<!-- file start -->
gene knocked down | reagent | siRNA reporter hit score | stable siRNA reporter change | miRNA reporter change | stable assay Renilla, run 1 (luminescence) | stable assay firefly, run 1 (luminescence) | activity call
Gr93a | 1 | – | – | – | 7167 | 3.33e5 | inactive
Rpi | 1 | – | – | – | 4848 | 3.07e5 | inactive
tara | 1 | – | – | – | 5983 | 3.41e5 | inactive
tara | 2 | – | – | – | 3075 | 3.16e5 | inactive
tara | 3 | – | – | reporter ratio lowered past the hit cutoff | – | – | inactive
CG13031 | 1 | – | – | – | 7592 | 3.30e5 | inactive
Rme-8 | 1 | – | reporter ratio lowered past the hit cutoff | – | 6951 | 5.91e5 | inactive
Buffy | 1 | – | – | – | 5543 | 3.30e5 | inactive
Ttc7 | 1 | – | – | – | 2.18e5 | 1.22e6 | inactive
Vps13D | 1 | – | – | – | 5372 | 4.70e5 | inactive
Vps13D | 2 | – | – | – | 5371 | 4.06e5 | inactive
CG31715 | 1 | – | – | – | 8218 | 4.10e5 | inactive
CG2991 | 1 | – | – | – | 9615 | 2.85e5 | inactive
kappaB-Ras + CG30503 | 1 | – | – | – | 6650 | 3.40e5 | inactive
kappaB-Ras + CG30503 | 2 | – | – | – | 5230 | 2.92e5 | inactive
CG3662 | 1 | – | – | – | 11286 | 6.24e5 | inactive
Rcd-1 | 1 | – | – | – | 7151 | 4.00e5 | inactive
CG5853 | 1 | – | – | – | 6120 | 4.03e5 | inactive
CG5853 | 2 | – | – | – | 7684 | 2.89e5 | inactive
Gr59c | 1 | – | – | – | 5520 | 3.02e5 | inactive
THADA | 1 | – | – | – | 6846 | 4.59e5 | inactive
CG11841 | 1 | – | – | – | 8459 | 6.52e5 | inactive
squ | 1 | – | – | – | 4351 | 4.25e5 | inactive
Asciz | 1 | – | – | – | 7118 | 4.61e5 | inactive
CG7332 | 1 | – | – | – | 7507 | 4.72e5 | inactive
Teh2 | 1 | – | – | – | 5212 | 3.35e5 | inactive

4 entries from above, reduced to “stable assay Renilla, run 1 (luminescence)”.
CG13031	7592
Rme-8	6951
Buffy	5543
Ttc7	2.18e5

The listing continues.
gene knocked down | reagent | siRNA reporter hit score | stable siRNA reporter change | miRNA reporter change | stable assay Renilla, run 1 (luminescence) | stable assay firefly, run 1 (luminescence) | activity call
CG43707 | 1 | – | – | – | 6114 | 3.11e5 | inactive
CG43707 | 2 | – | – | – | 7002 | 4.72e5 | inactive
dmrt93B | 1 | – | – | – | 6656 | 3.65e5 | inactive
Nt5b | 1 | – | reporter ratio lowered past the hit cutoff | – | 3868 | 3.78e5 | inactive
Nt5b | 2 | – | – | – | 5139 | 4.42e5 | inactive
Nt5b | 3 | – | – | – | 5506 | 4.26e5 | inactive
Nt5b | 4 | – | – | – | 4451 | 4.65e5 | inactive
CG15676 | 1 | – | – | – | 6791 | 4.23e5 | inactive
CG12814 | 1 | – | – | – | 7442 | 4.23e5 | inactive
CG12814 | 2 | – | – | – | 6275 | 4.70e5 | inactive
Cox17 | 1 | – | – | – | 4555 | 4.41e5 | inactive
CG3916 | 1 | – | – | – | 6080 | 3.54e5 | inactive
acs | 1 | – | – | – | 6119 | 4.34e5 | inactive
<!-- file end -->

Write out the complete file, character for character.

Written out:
gene knocked down | reagent | siRNA reporter hit score | stable siRNA reporter change | miRNA reporter change | stable assay Renilla, run 1 (luminescence) | stable assay firefly, run 1 (luminescence) | activity call
Gr93a | 1 | – | – | – | 7167 | 3.33e5 | inactive
Rpi | 1 | – | – | – | 4848 | 3.07e5 | inactive
tara | 1 | – | – | – | 5983 | 3.41e5 | inactive
tara | 2 | – | – | – | 3075 | 3.16e5 | inactive
tara | 3 | – | – | reporter ratio lowered past the hit cutoff | – | – | inactive
CG13031 | 1 | – | – | – | 7592 | 3.30e5 | inactive
Rme-8 | 1 | – | reporter ratio lowered past the hit cutoff | – | 6951 | 5.91e5 | inactive
Buffy | 1 | – | – | – | 5543 | 3.30e5 | inactive
Ttc7 | 1 | – | – | – | 2.18e5 | 1.22e6 | inactive
Vps13D | 1 | – | – | – | 5372 | 4.70e5 | inactive
Vps13D | 2 | – | – | – | 5371 | 4.06e5 | inactive
CG31715 | 1 | – | – | – | 8218 | 4.10e5 | inactive
CG2991 | 1 | – | – | – | 9615 | 2.85e5 | inactive
kappaB-Ras + CG30503 | 1 | – | – | – | 6650 | 3.40e5 | inactive
kappaB-Ras + CG30503 | 2 | – | – | – | 5230 | 2.92e5 | inactive
CG3662 | 1 | – | – | – | 11286 | 6.24e5 | inactive
Rcd-1 | 1 | – | – | – | 7151 | 4.00e5 | inactive
CG5853 | 1 | – | – | – | 6120 | 4.03e5 | inactive
CG5853 | 2 | – | – | – | 7684 | 2.89e5 | inactive
Gr59c | 1 | – | – | – | 5520 | 3.02e5 | inactive
THADA | 1 | – | – | – | 6846 | 4.59e5 | inactive
CG11841 | 1 | – | – | – | 8459 | 6.52e5 | inactive
squ | 1 | – | – | – | 4351 | 4.25e5 | inactive
Asciz | 1 | – | – | – | 7118 | 4.61e5 | inactive
CG7332 | 1 | – | – | – | 7507 | 4.72e5 | inactive
Teh2 | 1 | – | – | – | 5212 | 3.35e5 | inactive

4 entries from above, reduced to “stable assay Renilla, run 1 (luminescence)”.
CG13031	7592
Rme-8	6951
Buffy	5543
Ttc7	2.18e5

The listing continues.
gene knocked down | reagent | siRNA reporter hit score | stable siRNA reporter change | miRNA reporter change | stable assay Renilla, run 1 (luminescence) | stable assay firefly, run 1 (luminescence) | activity call
CG43707 | 1 | – | – | – | 6114 | 3.11e5 | inactive
CG43707 | 2 | – | – | – | 7002 | 4.72e5 | inactive
dmrt93B | 1 | – | – | – | 6656 | 3.65e5 | inactive
Nt5b | 1 | – | reporter ratio lowered past the hit cutoff | – | 3868 | 3.78e5 | inactive
Nt5b | 2 | – | – | – | 5139 | 4.42e5 | inactive
Nt5b | 3 | – | – | – | 5506 | 4.26e5 | inactive
Nt5b | 4 | – | – | – | 4451 | 4.65e5 | inactive
CG15676 | 1 | – | – | – | 6791 | 4.23e5 | inactive
CG12814 | 1 | – | – | – | 7442 | 4.23e5 | inactive
CG12814 | 2 | – | – | – | 6275 | 4.70e5 | inactive
Cox17 | 1 | – | – | – | 4555 | 4.41e5 | inactive
CG3916 | 1 | – | – | – | 6080 | 3.54e5 | inactive
acs | 1 | – | – | – | 6119 | 4.34e5 | inactive